In Brooklyn, conservative black clergy told Priebus about the harm done by Republican efforts to cleanse voter rolls. In Denver, Hispanic Republicans talked about the pain caused by Mitt Romney’s promise of “self-deportation.” In California, Priebus met with an elected Asian-American Republican who regularly sees 10 Democrats at community events she attends alone. Even the donors were restless. “Look, you are young. You are smart. If you want a job, I’ll give you a job down the hallway,” Priebus remembers a major Republican donor in New York City telling him in December. “But here’s the deal. If you are not going to be big and bold, don’t waste my time. Don’t waste your kids’ time. Don’t waste your wife’s time.”

Republican leaders say they like the proposed changes. House Speaker John Boehner and majority leader Eric Cantor have embraced the report; so has former House Speaker and occasional presidential candidate Newt Gingrich. The question now is whether the conservative base of the party is willing to come along for a big and bold ride. Some of the immediate reviews are not so positive. John Tate, the 2012 campaign manager for Ron Paul, said the Priebus plans to shorten the primary process and move away from caucuses could tilt the playing field to well-funded establishment candidates. “They are recommending doing exactly the opposite of what they should be doing to reactivate the grassroots and increase the base of the party,” he said.

Priebus made his proposals at the very moment when the uncompromising guardians of the party’s right wing had gathered outside of Washington to bash the capital’s consultant class–that collection of professional campaign technicians who know winning in presidential elections means keeping the party from veering too far to the right. “Stop listening to the professional politicians and consultants most responsible for those political train wrecks,” warned longtime activist L. Brent Bozell III in a typical turn that garnered huge applause. Other mainstays of social conservatism, like the Eagle Forum’s Phyllis Schlafly and Faith and Freedom Coalition chairman Ralph Reed, warn that they will fight any effort to change the party’s approach to gay marriage. “If someone tries,” warns Reed, “they’re going to have to get through me.” Says Tony Perkins of the Family Research Council: “Obviously the RNC report was designed to pander to the GOP’s wealthy elites.”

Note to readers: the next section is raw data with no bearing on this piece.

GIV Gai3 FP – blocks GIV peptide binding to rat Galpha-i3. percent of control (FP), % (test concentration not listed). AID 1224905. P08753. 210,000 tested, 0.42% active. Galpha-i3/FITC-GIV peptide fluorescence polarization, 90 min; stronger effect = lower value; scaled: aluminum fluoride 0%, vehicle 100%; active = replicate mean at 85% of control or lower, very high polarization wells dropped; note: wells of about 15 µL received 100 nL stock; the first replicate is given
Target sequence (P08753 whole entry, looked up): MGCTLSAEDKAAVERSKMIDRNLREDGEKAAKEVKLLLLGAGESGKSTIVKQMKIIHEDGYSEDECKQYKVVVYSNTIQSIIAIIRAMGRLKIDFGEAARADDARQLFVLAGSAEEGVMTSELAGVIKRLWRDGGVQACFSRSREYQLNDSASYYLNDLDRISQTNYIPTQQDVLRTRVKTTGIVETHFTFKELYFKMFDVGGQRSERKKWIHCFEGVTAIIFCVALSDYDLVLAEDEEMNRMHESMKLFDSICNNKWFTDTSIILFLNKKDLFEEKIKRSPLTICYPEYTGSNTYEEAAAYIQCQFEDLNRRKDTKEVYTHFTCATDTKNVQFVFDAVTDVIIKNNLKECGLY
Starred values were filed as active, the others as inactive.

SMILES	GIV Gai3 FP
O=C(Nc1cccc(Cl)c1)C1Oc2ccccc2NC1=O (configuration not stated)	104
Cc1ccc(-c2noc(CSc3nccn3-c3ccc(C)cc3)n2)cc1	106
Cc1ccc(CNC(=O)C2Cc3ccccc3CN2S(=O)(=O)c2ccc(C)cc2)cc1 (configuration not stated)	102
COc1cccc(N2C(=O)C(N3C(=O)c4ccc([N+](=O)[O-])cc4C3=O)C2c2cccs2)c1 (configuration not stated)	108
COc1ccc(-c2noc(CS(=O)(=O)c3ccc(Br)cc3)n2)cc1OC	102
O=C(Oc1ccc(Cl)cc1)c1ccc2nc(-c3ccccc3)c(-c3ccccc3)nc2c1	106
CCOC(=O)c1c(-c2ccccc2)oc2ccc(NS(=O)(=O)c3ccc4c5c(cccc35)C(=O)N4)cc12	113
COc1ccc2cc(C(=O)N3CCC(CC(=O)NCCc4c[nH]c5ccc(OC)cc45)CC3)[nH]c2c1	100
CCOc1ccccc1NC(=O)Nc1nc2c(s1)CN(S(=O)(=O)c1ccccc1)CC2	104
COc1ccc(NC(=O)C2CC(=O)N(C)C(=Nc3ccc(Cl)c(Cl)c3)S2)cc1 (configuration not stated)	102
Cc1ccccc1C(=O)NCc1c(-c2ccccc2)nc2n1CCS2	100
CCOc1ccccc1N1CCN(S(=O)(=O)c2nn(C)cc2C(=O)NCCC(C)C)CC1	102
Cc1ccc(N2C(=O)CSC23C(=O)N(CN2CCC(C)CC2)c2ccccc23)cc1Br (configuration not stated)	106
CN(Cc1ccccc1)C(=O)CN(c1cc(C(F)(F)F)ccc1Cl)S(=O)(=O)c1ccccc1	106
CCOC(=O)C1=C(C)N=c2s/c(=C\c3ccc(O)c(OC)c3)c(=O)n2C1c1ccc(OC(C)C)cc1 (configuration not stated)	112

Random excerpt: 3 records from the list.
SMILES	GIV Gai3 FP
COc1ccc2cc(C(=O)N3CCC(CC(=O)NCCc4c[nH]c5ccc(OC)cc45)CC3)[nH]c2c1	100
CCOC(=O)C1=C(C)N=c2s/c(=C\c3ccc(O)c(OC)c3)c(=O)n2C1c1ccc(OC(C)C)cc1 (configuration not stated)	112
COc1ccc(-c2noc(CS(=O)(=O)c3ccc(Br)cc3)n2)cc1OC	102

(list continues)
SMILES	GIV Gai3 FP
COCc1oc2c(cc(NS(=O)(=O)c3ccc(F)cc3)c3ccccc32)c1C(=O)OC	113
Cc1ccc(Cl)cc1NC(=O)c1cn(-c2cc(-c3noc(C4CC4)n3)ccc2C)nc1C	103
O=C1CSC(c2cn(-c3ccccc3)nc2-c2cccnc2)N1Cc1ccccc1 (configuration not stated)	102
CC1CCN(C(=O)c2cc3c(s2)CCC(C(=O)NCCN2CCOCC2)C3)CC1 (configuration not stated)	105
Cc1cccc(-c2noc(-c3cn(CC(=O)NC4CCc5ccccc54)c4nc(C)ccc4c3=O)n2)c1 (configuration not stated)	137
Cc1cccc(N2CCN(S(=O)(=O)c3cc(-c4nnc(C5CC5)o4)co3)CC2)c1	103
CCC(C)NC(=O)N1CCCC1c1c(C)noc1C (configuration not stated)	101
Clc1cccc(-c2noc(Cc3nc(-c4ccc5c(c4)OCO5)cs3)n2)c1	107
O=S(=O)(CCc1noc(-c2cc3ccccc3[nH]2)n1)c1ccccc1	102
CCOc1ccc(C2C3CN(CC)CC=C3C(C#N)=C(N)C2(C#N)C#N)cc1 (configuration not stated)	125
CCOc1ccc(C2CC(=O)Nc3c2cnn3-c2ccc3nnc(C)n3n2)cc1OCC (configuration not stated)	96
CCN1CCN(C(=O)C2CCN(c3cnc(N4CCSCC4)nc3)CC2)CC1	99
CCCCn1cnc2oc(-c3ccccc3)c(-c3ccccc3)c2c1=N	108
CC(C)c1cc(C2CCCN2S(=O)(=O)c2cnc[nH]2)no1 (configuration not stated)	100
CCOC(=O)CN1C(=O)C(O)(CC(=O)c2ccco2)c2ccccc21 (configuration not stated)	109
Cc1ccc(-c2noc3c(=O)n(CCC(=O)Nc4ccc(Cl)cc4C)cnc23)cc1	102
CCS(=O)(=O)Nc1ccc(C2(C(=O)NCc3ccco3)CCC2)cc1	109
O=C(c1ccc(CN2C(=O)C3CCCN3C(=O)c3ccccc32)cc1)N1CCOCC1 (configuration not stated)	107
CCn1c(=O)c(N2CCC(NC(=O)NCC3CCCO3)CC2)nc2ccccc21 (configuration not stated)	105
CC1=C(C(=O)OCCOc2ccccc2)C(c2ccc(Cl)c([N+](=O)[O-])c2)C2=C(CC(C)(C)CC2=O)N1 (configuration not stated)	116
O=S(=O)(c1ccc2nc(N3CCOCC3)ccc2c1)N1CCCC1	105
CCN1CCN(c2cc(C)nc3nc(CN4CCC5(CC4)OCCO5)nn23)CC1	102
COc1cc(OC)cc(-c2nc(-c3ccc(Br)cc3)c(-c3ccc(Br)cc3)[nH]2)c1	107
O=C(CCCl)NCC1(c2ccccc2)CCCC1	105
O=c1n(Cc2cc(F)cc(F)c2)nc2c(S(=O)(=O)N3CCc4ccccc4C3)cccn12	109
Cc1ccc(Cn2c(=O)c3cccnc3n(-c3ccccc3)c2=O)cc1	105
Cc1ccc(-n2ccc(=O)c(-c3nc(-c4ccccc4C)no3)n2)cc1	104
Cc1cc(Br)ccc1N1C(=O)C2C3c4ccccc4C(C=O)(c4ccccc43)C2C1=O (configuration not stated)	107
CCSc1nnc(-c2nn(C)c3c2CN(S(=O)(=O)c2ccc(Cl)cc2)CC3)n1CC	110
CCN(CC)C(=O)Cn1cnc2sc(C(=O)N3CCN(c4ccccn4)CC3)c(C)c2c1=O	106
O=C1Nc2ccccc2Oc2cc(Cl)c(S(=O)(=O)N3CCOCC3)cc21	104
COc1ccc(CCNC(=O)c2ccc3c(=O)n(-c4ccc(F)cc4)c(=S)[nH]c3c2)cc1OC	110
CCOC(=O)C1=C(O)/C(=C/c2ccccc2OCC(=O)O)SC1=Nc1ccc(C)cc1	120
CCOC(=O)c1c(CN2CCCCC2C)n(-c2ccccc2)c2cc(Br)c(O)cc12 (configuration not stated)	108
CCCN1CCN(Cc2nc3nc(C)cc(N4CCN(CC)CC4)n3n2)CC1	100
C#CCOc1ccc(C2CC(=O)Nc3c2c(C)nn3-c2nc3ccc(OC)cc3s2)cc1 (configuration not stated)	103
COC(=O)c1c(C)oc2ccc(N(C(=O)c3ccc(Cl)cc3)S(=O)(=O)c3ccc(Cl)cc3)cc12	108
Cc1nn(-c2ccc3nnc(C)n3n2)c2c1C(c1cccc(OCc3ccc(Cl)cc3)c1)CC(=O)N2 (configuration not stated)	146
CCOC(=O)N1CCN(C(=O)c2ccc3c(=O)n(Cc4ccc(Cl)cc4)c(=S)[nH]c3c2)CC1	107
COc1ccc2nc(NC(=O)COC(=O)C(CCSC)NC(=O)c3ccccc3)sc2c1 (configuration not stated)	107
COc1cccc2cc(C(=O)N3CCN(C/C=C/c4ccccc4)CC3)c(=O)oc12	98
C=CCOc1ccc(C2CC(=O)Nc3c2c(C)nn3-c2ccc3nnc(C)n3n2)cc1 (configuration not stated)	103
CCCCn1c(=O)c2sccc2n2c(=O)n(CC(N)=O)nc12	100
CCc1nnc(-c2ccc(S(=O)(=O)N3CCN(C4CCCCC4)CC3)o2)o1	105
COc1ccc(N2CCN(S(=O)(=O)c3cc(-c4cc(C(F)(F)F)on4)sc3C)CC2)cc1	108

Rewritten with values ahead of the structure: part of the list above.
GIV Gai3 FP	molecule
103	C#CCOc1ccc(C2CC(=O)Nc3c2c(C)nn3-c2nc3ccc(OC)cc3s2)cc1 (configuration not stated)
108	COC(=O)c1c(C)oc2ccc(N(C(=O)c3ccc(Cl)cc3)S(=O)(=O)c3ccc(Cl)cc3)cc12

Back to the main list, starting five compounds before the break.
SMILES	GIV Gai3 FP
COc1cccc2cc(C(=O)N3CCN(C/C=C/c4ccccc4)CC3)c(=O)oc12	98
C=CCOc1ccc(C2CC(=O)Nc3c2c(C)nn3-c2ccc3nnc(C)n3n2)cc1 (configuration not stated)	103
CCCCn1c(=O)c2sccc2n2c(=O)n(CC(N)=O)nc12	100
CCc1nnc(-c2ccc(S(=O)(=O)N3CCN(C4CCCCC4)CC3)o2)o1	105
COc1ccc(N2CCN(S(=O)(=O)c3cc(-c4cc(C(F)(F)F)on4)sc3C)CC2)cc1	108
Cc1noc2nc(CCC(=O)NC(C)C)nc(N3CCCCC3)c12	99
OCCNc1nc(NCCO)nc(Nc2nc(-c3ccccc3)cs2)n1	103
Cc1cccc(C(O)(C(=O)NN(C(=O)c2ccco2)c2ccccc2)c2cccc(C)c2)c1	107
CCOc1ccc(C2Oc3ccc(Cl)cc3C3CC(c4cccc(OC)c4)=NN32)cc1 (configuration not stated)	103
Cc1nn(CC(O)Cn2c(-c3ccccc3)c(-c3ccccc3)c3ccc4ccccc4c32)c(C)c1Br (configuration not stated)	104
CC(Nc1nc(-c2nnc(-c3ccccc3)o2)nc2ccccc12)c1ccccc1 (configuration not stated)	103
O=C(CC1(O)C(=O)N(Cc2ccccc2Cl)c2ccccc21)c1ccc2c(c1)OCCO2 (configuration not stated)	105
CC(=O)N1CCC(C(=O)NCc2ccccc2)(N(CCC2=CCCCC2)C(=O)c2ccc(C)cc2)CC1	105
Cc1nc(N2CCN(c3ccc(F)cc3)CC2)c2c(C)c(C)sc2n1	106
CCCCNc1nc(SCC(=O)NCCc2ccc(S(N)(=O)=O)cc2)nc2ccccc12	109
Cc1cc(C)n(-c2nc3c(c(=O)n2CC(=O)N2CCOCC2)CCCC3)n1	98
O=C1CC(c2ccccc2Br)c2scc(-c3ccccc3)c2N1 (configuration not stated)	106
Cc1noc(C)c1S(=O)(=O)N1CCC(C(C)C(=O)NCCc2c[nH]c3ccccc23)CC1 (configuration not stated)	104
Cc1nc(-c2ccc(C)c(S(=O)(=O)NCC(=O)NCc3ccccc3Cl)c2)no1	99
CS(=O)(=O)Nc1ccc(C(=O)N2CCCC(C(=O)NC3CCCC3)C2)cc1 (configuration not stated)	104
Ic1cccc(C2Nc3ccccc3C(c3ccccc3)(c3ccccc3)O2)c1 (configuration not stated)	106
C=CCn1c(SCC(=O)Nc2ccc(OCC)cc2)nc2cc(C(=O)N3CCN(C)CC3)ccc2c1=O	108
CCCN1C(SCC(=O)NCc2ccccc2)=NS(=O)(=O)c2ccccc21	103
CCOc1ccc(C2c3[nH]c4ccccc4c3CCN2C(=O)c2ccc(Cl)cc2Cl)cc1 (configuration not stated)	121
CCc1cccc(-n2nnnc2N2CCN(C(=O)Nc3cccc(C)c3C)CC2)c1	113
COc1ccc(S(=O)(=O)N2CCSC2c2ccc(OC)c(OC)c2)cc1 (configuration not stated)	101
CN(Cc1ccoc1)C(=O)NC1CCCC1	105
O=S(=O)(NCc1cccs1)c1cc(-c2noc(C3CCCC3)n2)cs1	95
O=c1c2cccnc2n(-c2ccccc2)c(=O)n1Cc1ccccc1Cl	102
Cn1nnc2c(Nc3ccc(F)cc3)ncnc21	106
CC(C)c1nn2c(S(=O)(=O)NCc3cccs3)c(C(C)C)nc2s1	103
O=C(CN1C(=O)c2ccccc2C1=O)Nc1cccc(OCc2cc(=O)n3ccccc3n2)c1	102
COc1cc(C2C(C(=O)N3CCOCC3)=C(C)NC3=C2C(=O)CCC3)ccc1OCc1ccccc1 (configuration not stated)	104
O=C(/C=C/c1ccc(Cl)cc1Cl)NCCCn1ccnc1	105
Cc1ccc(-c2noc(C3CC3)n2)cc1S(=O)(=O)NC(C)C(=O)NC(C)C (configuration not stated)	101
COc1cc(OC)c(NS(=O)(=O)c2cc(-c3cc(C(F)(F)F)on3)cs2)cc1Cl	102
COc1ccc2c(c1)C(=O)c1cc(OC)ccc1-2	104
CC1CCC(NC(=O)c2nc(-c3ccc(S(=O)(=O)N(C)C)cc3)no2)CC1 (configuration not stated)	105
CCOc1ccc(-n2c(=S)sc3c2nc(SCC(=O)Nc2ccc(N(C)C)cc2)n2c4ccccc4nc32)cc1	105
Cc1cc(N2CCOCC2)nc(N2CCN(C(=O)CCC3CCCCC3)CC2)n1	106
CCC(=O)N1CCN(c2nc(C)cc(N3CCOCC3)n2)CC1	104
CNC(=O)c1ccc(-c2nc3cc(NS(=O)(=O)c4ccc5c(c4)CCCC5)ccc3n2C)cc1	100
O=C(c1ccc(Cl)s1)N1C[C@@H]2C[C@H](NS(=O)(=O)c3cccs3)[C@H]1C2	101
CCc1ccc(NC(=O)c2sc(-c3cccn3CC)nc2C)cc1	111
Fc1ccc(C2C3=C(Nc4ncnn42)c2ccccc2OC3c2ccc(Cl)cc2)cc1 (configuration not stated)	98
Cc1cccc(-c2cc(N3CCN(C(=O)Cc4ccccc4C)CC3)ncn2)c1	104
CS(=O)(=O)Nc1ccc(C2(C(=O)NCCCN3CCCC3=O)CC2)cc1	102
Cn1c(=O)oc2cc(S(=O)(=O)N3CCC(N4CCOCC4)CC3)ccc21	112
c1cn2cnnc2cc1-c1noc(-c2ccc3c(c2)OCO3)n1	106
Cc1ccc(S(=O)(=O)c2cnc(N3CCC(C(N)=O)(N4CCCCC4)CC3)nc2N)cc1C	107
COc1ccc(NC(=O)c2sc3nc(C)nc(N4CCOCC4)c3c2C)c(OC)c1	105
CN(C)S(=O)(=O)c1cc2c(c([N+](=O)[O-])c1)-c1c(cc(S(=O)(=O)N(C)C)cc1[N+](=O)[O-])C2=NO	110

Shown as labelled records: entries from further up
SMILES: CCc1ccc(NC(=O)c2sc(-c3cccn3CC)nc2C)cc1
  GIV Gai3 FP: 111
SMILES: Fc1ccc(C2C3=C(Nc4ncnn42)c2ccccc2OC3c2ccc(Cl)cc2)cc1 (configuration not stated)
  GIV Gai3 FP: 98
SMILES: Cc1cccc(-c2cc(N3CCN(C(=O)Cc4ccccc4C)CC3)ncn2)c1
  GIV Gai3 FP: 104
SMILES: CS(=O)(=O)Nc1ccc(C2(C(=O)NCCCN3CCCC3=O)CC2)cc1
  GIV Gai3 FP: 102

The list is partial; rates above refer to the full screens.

Back at his office two blocks from the U.S. Capitol, Priebus sounds no less determined as he sits before a color-coded congressional map of the country, still mostly red, despite the fact that House Democratic candidates attracted about 1.4 million more votes in 2012 than Republicans did. “I am not going to sit here,” he says, “and grind away as chairman of the party and do the same old thing that has always been done.”

More Must-Reads from TIME

Contact us at